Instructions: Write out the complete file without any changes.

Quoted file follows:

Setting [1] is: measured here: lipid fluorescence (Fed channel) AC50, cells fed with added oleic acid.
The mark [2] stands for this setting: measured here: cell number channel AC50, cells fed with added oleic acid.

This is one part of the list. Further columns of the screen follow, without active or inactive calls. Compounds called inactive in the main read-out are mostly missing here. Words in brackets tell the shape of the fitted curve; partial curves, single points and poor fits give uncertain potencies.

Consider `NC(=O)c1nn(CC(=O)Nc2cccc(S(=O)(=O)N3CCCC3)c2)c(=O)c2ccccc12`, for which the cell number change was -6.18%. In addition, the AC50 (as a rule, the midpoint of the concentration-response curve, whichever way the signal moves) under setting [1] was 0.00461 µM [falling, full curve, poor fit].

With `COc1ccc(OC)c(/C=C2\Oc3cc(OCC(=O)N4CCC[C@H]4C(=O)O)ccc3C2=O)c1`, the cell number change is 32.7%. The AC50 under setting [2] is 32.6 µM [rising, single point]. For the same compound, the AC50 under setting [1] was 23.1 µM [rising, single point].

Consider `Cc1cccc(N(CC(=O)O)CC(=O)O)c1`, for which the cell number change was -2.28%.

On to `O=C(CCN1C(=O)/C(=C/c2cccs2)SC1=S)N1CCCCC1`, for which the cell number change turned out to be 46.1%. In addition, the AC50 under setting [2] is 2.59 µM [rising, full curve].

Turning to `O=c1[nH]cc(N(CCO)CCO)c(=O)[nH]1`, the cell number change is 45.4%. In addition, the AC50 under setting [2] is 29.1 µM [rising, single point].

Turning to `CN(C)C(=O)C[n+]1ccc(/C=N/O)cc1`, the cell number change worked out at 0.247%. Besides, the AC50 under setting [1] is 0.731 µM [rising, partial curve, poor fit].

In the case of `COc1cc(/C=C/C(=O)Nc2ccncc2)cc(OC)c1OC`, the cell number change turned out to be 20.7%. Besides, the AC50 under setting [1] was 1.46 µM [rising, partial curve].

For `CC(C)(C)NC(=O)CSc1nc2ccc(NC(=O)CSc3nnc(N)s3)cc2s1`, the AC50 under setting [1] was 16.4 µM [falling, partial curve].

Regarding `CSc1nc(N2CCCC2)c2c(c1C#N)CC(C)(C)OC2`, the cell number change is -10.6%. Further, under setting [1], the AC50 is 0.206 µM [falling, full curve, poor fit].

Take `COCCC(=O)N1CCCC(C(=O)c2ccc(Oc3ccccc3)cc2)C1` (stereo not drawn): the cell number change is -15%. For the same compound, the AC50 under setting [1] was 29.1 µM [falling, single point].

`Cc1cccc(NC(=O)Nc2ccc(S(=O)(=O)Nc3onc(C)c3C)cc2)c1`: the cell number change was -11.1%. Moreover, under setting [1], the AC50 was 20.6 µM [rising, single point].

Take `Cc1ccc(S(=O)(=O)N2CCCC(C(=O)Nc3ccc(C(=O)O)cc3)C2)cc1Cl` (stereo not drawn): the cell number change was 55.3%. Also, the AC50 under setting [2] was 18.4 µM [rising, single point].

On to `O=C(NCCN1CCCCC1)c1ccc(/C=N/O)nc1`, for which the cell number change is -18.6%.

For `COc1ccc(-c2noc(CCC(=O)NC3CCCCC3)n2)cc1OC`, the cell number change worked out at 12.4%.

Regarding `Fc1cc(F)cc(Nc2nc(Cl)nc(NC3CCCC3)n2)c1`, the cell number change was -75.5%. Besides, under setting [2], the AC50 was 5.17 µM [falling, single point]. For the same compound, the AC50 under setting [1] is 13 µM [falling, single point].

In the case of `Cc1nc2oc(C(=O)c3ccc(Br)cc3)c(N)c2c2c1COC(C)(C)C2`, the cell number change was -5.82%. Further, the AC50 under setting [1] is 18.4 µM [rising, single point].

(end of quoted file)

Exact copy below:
Setting [1] is: measured here: lipid fluorescence (Fed channel) AC50, cells fed with added oleic acid.
The mark [2] stands for this setting: measured here: cell number channel AC50, cells fed with added oleic acid.

This is one part of the list. Further columns of the screen follow, without active or inactive calls. Compounds called inactive in the main read-out are mostly missing here. Words in brackets tell the shape of the fitted curve; partial curves, single points and poor fits give uncertain potencies.

Consider `NC(=O)c1nn(CC(=O)Nc2cccc(S(=O)(=O)N3CCCC3)c2)c(=O)c2ccccc12`, for which the cell number change was -6.18%. In addition, the AC50 (as a rule, the midpoint of the concentration-response curve, whichever way the signal moves) under setting [1] was 0.00461 µM [falling, full curve, poor fit].

With `COc1ccc(OC)c(/C=C2\Oc3cc(OCC(=O)N4CCC[C@H]4C(=O)O)ccc3C2=O)c1`, the cell number change is 32.7%. The AC50 under setting [2] is 32.6 µM [rising, single point]. For the same compound, the AC50 under setting [1] was 23.1 µM [rising, single point].

Consider `Cc1cccc(N(CC(=O)O)CC(=O)O)c1`, for which the cell number change was -2.28%.

On to `O=C(CCN1C(=O)/C(=C/c2cccs2)SC1=S)N1CCCCC1`, for which the cell number change turned out to be 46.1%. In addition, the AC50 under setting [2] is 2.59 µM [rising, full curve].

Turning to `O=c1[nH]cc(N(CCO)CCO)c(=O)[nH]1`, the cell number change is 45.4%. In addition, the AC50 under setting [2] is 29.1 µM [rising, single point].

Turning to `CN(C)C(=O)C[n+]1ccc(/C=N/O)cc1`, the cell number change worked out at 0.247%. Besides, the AC50 under setting [1] is 0.731 µM [rising, partial curve, poor fit].

In the case of `COc1cc(/C=C/C(=O)Nc2ccncc2)cc(OC)c1OC`, the cell number change turned out to be 20.7%. Besides, the AC50 under setting [1] was 1.46 µM [rising, partial curve].

For `CC(C)(C)NC(=O)CSc1nc2ccc(NC(=O)CSc3nnc(N)s3)cc2s1`, the AC50 under setting [1] was 16.4 µM [falling, partial curve].

Regarding `CSc1nc(N2CCCC2)c2c(c1C#N)CC(C)(C)OC2`, the cell number change is -10.6%. Further, under setting [1], the AC50 is 0.206 µM [falling, full curve, poor fit].

Take `COCCC(=O)N1CCCC(C(=O)c2ccc(Oc3ccccc3)cc2)C1` (stereo not drawn): the cell number change is -15%. For the same compound, the AC50 under setting [1] was 29.1 µM [falling, single point].

`Cc1cccc(NC(=O)Nc2ccc(S(=O)(=O)Nc3onc(C)c3C)cc2)c1`: the cell number change was -11.1%. Moreover, under setting [1], the AC50 was 20.6 µM [rising, single point].

Take `Cc1ccc(S(=O)(=O)N2CCCC(C(=O)Nc3ccc(C(=O)O)cc3)C2)cc1Cl` (stereo not drawn): the cell number change was 55.3%. Also, the AC50 under setting [2] was 18.4 µM [rising, single point].

On to `O=C(NCCN1CCCCC1)c1ccc(/C=N/O)nc1`, for which the cell number change is -18.6%.

For `COc1ccc(-c2noc(CCC(=O)NC3CCCCC3)n2)cc1OC`, the cell number change worked out at 12.4%.

Regarding `Fc1cc(F)cc(Nc2nc(Cl)nc(NC3CCCC3)n2)c1`, the cell number change was -75.5%. Besides, under setting [2], the AC50 was 5.17 µM [falling, single point]. For the same compound, the AC50 under setting [1] is 13 µM [falling, single point].

In the case of `Cc1nc2oc(C(=O)c3ccc(Br)cc3)c(N)c2c2c1COC(C)(C)C2`, the cell number change was -5.82%. Further, the AC50 under setting [1] is 18.4 µM [rising, single point].